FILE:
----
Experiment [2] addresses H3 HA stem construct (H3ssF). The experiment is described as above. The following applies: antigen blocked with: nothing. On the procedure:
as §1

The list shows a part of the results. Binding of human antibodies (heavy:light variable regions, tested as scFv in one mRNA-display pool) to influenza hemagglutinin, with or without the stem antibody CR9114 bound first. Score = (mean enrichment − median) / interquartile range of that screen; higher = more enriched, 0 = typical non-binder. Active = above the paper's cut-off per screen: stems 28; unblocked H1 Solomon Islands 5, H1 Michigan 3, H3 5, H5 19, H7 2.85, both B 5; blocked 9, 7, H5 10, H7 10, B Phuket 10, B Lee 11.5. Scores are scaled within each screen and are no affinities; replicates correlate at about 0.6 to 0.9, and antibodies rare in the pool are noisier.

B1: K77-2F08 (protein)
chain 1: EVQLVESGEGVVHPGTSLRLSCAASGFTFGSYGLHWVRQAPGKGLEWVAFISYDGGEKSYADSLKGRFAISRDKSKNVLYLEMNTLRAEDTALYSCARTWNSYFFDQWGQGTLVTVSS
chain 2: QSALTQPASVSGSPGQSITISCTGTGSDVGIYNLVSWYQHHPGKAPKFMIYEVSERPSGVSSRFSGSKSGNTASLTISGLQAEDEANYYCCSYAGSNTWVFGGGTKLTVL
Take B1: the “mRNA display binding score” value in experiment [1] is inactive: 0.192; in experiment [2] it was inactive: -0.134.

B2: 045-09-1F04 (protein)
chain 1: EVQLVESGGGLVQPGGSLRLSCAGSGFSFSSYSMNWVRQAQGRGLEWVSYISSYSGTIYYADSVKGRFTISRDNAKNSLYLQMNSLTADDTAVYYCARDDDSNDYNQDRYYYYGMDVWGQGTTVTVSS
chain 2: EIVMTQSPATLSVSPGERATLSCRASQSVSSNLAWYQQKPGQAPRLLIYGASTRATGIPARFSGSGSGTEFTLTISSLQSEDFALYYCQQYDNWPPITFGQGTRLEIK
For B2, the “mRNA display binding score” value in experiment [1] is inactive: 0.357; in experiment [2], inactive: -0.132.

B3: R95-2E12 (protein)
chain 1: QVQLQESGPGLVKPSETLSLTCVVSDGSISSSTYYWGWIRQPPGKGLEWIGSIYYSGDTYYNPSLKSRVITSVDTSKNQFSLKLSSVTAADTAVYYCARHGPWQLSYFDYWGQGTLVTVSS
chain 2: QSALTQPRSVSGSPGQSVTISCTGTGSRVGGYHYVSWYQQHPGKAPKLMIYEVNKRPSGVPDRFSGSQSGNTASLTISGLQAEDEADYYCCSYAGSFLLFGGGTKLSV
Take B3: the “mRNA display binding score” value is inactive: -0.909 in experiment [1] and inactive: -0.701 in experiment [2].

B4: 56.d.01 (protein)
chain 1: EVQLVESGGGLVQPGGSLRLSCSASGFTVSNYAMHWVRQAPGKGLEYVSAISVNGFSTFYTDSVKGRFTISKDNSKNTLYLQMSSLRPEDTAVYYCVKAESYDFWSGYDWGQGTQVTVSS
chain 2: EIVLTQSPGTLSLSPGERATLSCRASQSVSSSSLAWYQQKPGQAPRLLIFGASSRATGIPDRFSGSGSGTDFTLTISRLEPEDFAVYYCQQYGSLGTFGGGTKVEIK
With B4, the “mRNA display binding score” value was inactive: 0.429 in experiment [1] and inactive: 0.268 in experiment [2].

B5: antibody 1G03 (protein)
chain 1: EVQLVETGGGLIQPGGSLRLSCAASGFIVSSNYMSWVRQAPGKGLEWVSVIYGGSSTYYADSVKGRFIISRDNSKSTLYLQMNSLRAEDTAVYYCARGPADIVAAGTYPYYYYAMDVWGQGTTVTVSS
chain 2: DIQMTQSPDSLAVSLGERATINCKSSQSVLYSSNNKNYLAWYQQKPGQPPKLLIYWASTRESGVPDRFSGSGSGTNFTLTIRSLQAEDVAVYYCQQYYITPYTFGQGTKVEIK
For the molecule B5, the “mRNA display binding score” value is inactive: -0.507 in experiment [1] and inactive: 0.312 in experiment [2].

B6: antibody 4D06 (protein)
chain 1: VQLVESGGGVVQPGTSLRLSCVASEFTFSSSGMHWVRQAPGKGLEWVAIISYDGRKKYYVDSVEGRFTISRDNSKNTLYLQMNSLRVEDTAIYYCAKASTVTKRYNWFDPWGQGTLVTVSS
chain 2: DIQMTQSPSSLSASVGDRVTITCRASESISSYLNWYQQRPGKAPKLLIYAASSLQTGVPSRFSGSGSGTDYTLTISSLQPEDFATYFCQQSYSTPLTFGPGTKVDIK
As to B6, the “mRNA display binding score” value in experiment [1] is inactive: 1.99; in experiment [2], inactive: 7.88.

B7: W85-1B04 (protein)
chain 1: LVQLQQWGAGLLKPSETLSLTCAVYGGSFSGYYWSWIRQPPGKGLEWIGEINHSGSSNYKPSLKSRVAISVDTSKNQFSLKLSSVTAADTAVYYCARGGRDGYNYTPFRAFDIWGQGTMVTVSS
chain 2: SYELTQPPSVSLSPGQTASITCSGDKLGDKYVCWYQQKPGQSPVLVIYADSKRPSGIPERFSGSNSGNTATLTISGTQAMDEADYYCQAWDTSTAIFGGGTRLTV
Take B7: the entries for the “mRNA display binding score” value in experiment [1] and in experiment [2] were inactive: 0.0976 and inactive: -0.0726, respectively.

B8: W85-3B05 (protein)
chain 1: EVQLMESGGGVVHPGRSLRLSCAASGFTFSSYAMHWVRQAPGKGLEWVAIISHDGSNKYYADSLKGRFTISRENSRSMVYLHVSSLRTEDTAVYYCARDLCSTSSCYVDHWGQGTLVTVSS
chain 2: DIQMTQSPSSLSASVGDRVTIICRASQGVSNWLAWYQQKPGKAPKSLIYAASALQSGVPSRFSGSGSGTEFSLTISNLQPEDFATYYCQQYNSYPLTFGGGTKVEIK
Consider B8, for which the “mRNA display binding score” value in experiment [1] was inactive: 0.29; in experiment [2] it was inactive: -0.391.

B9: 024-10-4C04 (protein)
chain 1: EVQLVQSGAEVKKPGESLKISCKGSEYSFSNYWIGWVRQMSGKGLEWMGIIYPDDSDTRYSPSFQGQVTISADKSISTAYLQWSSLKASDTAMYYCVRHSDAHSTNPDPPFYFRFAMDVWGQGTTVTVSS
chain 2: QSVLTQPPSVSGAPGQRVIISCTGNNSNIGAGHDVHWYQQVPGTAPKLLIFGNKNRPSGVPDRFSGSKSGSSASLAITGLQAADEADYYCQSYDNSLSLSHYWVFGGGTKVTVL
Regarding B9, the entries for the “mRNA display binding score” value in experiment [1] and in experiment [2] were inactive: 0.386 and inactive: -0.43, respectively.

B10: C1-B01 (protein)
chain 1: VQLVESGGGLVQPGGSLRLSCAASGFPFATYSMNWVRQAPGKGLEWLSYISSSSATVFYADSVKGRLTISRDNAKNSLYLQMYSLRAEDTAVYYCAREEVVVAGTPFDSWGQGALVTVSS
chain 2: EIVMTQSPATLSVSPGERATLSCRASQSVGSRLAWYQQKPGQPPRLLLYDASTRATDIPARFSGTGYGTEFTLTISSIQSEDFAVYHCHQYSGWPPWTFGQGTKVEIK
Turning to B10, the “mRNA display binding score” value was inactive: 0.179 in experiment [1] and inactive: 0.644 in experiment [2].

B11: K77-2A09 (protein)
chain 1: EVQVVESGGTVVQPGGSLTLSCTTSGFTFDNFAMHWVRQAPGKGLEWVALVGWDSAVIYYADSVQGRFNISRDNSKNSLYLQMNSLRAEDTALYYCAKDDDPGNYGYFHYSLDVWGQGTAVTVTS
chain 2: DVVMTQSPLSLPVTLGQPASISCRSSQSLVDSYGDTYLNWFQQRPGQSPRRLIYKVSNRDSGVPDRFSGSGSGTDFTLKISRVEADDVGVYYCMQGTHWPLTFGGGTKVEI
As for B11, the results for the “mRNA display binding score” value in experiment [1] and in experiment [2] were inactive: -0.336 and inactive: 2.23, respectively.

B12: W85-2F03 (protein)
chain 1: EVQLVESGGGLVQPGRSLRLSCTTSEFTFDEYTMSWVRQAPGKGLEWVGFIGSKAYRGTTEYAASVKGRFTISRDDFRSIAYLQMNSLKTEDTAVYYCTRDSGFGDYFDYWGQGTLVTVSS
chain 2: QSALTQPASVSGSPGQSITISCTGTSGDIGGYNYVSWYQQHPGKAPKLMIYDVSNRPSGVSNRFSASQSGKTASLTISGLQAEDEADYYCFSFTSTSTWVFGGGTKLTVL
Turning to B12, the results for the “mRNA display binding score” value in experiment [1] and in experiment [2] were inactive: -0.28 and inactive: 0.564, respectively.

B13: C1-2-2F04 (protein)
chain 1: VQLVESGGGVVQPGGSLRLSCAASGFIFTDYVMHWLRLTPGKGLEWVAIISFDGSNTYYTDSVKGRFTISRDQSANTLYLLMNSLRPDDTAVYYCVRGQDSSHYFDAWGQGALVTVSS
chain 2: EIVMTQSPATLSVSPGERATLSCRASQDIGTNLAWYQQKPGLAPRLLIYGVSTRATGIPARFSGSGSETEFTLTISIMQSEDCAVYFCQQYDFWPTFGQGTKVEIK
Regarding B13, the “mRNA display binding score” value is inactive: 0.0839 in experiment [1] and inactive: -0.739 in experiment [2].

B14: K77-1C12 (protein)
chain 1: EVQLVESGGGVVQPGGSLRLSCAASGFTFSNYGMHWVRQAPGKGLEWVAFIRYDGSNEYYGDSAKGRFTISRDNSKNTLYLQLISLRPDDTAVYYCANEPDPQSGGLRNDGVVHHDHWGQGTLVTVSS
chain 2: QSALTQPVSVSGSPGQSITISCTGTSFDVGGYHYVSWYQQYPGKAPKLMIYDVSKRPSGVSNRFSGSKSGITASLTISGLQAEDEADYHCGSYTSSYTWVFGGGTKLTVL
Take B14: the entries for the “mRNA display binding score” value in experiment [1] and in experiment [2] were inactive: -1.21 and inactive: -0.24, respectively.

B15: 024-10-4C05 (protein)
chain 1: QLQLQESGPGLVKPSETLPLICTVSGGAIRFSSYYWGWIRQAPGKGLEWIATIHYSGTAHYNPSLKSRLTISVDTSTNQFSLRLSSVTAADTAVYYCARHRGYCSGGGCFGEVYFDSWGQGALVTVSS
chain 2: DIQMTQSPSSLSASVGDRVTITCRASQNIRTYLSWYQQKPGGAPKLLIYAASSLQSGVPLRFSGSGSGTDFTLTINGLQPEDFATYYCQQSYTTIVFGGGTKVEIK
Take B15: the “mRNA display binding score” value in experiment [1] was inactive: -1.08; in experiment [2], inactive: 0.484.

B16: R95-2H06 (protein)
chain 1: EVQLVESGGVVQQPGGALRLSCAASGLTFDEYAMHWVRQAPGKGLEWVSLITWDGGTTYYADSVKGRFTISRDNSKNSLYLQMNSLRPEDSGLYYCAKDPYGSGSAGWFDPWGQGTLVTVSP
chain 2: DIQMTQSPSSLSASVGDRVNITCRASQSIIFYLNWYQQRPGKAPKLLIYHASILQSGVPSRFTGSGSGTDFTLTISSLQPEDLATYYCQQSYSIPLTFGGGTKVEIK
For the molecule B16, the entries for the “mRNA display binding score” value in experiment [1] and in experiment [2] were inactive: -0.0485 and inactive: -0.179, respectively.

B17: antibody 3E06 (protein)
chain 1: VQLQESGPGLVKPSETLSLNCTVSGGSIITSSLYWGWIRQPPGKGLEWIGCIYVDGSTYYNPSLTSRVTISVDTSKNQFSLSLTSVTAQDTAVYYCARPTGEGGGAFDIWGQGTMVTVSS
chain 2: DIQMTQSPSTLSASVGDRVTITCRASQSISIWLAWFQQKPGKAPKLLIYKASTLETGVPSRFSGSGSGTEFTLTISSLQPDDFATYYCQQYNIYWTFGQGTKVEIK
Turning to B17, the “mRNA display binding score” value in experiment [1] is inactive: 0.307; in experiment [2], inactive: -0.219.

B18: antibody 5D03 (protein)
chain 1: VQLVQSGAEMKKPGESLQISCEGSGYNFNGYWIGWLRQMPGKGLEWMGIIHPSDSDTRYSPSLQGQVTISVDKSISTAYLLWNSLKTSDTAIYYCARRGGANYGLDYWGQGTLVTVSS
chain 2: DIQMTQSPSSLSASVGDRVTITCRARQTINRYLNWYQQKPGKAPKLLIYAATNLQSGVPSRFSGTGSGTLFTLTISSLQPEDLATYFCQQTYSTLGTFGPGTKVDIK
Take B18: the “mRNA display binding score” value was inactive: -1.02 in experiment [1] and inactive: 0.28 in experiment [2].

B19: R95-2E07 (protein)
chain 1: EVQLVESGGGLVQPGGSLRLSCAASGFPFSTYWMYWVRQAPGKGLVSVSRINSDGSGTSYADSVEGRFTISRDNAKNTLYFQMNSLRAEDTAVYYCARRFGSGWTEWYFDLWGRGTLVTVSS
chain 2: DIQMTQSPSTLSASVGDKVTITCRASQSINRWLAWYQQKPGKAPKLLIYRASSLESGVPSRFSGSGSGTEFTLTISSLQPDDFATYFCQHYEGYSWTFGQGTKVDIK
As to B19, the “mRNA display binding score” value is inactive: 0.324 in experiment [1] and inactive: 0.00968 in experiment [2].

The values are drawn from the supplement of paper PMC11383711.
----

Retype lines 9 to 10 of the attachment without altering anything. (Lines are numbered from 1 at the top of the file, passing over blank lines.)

chain 1: EVQLVESGGGLVQPGGSLRLSCAGSGFSFSSYSMNWVRQAQGRGLEWVSYISSYSGTIYYADSVKGRFTISRDNAKNSLYLQMNSLTADDTAVYYCARDDDSNDYNQDRYYYYGMDVWGQGTTVTVSS
chain 2: EIVMTQSPATLSVSPGERATLSCRASQSVSSNLAWYQQKPGQAPRLLIYGASTRATGIPARFSGSGSGTEFTLTISSLQSEDFALYYCQQYDNWPPITFGQGTRLEIK